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10.15: Solutions

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    Up to this point we have discussed only the properties of pure solids and liquids. Of more importance to a chemist, though, are the properties of solutions. Very few chemical reactions involve only pure substances―almost all involve a solution of some sort.

    We defined a solution as a homogeneous mixture of two or more substances previously, that is, a mixture which appears to be uniform throughout. Under this definition we would refer to sugar or salt dissolved in water as solutions, but we would not apply the term to muddy water or to milk. A close inspection of muddy water reveals that it is not uniform in appearance but consists of small solid particles dispersed in water. We refer to such a mixture as a suspension. Under the microscope, milk can also be seen to be nonuniform, It consists of small drops of milk fat dispersed throughout an aqueous phase. A more obvious example of a suspension is chia seeds in water, seen below. The chia seeds are randomly suspended in the cup of water, a perfect example of a suspension.

    Image of a glass of water filled with chia seeds. There is a cucumber slice on the edge of the glass.

    Our definition of a solution in terms of the homogeneity of a mixture is somewhat unsatisfactory since it does not tell us where to draw the line. Field-emission microscopes and electron microscopes have now been developed which can just about ”see” a single atom. With such a microscope virtually all matter looks nonuniform and hence not homogeneous. If our definition extends to such microscopes, then true solutions do not exist. In practice we draw the line somewhere around the 5 nanometer (nm) mark, even though some molecules are larger than this.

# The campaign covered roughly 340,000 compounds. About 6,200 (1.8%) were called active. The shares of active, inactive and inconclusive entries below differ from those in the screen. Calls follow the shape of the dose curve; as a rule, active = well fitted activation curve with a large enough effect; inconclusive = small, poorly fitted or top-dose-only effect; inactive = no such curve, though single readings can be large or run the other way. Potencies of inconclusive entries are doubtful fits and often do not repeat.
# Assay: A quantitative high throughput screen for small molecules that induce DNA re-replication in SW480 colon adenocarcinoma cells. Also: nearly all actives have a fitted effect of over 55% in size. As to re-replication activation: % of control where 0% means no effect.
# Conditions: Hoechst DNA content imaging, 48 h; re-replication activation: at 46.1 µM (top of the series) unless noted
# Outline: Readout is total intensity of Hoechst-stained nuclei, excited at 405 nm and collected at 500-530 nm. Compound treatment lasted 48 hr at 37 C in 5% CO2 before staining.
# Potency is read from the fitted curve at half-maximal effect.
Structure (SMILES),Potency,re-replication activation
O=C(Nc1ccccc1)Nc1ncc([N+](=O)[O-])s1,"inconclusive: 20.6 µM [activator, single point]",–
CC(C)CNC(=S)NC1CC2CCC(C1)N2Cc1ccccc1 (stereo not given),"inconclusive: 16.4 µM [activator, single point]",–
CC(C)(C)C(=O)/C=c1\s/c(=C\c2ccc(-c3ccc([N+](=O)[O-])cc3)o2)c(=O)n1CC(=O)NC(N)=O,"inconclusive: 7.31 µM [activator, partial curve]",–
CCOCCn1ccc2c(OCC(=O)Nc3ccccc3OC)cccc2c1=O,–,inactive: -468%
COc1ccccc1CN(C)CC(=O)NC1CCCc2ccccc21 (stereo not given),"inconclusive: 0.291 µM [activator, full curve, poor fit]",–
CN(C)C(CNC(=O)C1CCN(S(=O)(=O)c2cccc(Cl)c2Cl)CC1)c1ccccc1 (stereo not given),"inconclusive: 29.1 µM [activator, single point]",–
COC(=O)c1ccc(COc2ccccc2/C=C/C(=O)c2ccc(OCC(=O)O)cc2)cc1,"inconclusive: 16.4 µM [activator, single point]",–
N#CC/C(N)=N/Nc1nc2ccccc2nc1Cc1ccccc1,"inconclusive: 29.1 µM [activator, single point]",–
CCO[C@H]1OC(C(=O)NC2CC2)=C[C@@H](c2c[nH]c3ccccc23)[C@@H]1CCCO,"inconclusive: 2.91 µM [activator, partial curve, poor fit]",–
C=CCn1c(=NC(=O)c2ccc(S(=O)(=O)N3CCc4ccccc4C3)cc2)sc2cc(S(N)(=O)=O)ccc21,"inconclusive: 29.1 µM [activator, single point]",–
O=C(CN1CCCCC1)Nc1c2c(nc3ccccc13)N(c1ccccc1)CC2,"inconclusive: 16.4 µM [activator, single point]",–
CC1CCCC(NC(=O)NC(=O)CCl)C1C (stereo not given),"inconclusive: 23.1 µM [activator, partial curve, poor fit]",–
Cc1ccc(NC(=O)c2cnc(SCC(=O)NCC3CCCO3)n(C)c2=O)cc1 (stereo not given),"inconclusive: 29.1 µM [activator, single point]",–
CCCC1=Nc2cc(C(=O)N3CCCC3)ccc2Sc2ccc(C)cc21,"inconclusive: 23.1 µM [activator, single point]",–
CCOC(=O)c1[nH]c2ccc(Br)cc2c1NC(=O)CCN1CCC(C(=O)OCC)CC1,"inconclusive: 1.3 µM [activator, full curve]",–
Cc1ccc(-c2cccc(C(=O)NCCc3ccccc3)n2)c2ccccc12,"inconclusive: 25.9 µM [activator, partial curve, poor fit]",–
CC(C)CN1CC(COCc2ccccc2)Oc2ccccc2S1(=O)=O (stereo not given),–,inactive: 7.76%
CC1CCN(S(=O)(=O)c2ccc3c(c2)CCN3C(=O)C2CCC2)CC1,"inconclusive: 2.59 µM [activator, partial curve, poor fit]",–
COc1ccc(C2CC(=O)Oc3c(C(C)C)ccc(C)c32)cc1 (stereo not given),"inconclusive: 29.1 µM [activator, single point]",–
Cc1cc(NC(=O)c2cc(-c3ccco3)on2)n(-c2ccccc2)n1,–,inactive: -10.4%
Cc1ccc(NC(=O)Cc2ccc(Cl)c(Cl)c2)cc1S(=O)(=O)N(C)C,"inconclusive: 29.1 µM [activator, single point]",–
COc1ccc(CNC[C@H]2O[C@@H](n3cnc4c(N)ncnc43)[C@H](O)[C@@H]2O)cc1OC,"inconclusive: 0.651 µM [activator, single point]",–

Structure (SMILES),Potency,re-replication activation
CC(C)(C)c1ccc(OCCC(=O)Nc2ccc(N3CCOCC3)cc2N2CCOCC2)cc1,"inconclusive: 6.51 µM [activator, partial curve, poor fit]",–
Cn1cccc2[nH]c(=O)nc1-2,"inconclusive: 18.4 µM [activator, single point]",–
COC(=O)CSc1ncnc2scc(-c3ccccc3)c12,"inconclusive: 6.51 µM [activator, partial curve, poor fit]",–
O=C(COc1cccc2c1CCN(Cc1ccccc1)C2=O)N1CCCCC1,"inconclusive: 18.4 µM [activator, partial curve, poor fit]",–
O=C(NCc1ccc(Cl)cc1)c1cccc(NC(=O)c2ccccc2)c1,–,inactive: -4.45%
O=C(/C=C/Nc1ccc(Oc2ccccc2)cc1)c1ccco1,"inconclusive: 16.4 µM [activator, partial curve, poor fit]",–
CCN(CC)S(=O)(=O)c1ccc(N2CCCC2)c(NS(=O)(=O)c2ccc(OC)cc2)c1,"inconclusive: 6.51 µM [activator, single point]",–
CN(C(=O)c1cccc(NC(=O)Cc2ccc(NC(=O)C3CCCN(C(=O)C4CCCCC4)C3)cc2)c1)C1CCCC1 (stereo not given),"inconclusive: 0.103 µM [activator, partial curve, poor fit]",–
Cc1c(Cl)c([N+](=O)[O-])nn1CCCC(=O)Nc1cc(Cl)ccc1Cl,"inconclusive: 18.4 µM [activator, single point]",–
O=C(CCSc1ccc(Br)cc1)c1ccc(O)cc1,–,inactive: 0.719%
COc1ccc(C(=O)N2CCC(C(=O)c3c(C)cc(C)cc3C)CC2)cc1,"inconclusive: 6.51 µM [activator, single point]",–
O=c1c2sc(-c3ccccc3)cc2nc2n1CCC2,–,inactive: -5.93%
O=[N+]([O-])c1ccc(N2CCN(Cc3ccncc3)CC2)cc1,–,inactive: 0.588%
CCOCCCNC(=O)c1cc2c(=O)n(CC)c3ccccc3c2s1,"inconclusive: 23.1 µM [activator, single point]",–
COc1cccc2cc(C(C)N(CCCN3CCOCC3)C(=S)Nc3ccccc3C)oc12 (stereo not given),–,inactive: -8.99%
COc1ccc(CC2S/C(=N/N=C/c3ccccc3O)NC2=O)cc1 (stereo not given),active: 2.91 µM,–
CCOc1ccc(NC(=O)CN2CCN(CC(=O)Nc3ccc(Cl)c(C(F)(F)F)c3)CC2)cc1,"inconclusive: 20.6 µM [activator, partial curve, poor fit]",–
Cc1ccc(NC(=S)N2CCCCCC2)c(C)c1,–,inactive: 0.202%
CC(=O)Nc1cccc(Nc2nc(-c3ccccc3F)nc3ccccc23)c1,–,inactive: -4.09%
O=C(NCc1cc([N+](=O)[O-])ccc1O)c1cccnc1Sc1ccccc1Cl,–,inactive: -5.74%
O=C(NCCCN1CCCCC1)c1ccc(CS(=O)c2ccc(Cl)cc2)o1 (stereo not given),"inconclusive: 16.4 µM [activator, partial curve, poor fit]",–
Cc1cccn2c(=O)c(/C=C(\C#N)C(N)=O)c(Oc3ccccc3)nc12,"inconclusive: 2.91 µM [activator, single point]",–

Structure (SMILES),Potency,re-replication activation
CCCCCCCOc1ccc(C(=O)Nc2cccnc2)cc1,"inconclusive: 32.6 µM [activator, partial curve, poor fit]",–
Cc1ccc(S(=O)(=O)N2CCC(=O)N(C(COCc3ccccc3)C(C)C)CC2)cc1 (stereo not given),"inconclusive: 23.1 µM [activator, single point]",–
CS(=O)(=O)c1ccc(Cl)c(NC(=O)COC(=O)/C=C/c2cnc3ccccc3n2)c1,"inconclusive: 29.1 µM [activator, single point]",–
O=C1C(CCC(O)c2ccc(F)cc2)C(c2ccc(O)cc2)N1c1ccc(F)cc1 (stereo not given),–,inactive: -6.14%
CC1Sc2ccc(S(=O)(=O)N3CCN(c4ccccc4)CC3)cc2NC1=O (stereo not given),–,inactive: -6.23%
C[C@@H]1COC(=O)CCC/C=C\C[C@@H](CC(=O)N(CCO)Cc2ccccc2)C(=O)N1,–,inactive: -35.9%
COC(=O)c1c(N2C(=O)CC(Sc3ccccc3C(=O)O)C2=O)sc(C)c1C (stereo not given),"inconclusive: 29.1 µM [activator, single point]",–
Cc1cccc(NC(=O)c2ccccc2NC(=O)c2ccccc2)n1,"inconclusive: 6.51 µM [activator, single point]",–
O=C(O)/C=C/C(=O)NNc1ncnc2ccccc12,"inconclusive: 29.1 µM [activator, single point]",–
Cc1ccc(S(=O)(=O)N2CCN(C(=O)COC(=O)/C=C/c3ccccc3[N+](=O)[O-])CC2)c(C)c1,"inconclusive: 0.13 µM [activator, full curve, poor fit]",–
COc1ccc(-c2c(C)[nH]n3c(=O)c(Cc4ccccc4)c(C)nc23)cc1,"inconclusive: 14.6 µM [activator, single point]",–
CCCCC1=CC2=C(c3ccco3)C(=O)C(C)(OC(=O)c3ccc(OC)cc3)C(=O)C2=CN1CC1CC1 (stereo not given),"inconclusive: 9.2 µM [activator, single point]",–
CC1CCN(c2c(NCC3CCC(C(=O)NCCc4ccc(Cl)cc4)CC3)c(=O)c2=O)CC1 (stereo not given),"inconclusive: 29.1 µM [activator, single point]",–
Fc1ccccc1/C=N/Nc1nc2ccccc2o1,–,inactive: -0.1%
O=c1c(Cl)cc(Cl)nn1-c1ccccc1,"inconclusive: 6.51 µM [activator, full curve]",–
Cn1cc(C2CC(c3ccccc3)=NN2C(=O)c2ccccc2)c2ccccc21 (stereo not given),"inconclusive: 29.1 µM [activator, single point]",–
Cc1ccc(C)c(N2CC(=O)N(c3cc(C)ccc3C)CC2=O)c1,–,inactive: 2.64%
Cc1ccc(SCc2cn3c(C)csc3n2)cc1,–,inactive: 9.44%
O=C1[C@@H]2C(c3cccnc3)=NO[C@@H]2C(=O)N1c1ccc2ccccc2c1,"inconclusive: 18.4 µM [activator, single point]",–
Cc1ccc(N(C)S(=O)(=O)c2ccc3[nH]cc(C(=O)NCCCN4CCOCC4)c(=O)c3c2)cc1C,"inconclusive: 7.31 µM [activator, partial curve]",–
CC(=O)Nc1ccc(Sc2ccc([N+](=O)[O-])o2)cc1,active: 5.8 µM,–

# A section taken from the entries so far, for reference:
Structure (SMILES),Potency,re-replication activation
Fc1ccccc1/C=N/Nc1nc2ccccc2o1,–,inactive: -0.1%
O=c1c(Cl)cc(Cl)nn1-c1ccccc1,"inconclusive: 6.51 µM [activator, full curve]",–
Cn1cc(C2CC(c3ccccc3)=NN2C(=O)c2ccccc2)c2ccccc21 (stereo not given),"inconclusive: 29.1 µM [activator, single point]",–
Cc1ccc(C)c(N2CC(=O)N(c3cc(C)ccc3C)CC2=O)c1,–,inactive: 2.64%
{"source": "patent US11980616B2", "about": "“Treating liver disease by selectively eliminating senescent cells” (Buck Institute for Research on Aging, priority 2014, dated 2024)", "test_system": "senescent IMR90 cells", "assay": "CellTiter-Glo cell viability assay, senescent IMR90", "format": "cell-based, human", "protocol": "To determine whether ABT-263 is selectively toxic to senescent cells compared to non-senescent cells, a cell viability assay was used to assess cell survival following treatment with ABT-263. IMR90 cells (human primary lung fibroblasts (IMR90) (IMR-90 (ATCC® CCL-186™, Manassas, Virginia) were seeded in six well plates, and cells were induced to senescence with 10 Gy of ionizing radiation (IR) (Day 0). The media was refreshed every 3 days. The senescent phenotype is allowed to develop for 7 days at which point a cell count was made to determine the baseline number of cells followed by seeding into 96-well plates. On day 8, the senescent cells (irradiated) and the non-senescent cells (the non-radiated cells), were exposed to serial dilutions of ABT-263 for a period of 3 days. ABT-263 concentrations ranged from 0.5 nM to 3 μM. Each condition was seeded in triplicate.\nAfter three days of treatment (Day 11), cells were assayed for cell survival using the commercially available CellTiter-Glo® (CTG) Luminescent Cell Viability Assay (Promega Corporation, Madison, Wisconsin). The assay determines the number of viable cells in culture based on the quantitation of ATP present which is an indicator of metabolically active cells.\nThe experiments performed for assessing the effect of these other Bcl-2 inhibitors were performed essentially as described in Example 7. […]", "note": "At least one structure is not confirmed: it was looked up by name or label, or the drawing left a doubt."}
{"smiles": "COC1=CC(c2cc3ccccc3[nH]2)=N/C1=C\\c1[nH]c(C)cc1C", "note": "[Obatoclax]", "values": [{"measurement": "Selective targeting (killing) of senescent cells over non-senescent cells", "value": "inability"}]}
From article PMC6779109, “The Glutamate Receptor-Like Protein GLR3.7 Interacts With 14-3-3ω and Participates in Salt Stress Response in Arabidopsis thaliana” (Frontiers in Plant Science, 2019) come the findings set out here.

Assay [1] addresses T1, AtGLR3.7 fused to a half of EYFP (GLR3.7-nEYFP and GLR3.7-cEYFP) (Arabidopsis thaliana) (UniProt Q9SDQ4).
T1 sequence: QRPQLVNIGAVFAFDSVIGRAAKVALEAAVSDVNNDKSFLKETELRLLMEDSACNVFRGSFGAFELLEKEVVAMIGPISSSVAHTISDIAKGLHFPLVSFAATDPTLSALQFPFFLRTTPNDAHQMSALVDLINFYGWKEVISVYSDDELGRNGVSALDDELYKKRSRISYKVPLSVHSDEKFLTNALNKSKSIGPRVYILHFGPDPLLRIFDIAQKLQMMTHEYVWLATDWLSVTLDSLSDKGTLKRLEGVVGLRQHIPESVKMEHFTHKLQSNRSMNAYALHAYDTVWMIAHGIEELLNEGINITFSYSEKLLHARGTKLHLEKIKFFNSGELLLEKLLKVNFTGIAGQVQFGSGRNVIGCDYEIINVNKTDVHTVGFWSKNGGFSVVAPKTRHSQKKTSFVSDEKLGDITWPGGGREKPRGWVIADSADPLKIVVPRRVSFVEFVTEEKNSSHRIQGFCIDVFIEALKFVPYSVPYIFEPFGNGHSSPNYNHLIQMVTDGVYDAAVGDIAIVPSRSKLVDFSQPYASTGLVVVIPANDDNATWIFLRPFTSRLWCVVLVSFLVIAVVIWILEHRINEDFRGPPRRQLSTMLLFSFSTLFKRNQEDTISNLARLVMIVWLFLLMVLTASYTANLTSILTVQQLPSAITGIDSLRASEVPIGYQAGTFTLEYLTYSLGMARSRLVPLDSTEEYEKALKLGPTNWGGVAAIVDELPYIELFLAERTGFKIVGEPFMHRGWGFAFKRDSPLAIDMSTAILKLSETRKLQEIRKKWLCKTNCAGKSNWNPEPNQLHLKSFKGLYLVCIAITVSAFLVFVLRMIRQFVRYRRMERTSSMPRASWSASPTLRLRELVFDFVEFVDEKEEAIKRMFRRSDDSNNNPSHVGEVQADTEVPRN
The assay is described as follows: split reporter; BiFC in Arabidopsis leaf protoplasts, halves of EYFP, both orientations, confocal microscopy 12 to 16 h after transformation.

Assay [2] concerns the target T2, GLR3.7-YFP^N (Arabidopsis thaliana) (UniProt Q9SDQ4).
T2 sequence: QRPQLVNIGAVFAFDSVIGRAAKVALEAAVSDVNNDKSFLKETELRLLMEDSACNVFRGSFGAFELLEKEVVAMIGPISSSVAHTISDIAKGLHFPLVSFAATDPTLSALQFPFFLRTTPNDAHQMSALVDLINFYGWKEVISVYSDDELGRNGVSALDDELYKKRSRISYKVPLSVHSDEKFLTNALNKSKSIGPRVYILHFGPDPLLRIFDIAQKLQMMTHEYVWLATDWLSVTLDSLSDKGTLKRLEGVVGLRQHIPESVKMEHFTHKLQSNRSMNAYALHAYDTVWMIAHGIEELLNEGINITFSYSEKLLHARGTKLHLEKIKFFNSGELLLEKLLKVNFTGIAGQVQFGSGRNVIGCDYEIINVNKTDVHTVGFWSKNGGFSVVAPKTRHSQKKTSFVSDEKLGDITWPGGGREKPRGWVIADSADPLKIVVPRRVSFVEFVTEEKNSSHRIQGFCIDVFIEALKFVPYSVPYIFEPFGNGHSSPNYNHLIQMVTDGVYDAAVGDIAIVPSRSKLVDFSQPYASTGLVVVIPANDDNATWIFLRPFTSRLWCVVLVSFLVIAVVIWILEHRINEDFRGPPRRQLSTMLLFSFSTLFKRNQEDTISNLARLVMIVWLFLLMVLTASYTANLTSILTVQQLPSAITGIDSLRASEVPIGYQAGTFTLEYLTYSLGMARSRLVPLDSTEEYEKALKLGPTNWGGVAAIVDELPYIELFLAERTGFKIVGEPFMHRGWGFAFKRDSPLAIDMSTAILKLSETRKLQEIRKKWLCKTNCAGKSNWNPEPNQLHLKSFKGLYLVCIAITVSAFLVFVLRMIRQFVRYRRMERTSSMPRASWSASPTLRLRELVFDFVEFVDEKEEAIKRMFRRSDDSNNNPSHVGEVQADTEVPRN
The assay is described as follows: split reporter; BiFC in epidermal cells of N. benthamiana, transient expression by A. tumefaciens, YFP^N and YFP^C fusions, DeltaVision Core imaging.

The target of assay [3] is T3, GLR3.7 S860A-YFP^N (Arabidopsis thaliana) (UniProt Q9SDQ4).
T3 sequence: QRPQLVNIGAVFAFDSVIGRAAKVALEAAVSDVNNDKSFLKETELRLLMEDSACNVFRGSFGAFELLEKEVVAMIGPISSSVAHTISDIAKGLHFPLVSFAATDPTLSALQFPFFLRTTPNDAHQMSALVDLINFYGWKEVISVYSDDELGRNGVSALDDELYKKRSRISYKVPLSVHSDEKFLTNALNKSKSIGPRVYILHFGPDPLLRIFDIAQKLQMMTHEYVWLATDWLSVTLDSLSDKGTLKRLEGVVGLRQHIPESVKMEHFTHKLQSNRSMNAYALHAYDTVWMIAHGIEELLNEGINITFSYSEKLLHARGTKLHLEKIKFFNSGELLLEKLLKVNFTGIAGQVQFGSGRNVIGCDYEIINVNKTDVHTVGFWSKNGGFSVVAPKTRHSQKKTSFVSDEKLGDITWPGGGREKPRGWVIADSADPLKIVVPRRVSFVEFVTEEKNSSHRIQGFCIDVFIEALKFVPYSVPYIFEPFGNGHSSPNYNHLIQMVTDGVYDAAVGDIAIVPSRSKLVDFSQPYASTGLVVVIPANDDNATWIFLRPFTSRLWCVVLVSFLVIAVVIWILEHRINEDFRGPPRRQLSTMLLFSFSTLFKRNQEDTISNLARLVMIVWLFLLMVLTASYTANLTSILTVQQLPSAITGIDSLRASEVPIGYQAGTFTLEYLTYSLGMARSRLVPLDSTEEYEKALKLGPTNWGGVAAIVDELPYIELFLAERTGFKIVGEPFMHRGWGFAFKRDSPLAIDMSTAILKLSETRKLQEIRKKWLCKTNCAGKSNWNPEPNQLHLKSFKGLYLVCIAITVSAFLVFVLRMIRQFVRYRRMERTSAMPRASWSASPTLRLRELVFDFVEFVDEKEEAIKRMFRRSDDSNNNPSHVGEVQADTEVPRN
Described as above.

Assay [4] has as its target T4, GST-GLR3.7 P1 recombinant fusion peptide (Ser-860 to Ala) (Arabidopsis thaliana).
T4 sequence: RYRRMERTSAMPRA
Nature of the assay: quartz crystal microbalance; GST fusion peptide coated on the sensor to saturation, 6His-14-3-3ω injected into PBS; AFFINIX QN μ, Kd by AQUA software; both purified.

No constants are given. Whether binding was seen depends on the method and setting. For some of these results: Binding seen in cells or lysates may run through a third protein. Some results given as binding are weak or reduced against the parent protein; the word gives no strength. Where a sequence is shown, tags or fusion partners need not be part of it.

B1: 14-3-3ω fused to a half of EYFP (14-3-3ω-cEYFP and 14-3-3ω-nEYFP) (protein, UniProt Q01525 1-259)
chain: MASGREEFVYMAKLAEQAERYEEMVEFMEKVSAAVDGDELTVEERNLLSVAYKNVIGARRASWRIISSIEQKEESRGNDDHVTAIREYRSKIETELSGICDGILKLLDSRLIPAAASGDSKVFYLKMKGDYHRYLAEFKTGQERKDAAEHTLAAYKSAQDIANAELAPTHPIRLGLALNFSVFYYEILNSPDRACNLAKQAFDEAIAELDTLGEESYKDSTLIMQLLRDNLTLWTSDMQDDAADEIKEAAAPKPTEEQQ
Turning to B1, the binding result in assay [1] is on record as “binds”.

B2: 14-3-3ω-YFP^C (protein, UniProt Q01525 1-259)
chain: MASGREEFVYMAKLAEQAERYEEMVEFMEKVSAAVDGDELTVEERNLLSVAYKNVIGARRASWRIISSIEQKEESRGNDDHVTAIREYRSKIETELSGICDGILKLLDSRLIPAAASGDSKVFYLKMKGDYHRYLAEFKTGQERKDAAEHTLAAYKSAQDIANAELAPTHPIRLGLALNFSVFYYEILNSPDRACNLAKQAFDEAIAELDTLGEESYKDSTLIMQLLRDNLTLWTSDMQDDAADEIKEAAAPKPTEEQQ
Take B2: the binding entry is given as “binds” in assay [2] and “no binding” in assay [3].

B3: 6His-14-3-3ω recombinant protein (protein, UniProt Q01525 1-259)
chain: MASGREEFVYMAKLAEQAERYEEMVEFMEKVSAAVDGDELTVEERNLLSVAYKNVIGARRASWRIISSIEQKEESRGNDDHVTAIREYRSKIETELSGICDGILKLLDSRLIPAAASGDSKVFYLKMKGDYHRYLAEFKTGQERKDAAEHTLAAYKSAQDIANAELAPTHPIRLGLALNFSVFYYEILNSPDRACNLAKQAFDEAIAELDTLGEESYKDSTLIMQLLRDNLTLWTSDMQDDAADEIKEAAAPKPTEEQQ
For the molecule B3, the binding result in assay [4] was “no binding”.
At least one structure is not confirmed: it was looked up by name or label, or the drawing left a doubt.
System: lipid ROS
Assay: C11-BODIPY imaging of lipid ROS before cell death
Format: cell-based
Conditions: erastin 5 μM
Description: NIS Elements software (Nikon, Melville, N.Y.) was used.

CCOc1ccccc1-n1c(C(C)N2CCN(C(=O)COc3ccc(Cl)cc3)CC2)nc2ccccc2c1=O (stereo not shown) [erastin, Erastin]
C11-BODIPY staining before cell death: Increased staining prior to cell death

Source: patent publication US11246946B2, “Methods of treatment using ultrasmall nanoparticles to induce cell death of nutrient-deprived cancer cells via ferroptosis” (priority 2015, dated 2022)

Figure \(\PageIndex{2}\) Suspensions and solutions viewed on the microscopic level. (a) A solution corresponds to a random arrangement of one kind of molecule around the other. (b) In a suspension there are small regions of space where only one kind of molecule exists.

    On the molecular level a solution corresponds to the random arrangement of one kind of molecule or ion around another. In the accompanying figure, the illustration on the left corresponds to a solution since each black molecule is randomly surrounded by black and red molecules, and vice versa. The illustration on the right is a suspension. The distribution is not random, and most red molecules have red neighbors, while most black molecules have black neighbors. 

    Strictly speaking, the term solution applies to any homogeneous mixture, but we will concentrate our discussion on those solutions which involve liquids since these are the most common. It should be realized, though, that other types of solutions also exist. Air is a solution of a large number of gases (oxygen is the most concentrated) in another gas (nitrogen). A 5-cent coin is made from an alloy in which one solid (nickel) is dissolved in another (copper). Solutions of hydrogen gas in solid palladium and some other metals are also possible. 

    As mentioned in the brief discussion of solutions earlier, it is sometimes difficult to decide which component of a solution is the solute and which is the solvent. Usually the amount of solvent is much larger than that of the solute. If the pure components were initially in separate phases (a gas and a solid, for example), the phase corresponding to the state of the solution is taken to be the solvent. In the case of H2(g) and Pd(s) mentioned above, for example, Pd would be the solvent because the solution is a solid phase.

    This page titled 10.15: Solutions is shared under a CC BY-NC-SA 4.0 license and was authored, remixed, and/or curated by Ed Vitz, John W. Moore, Justin Shorb, Xavier Prat-Resina, Tim Wendorff, & Adam Hahn.

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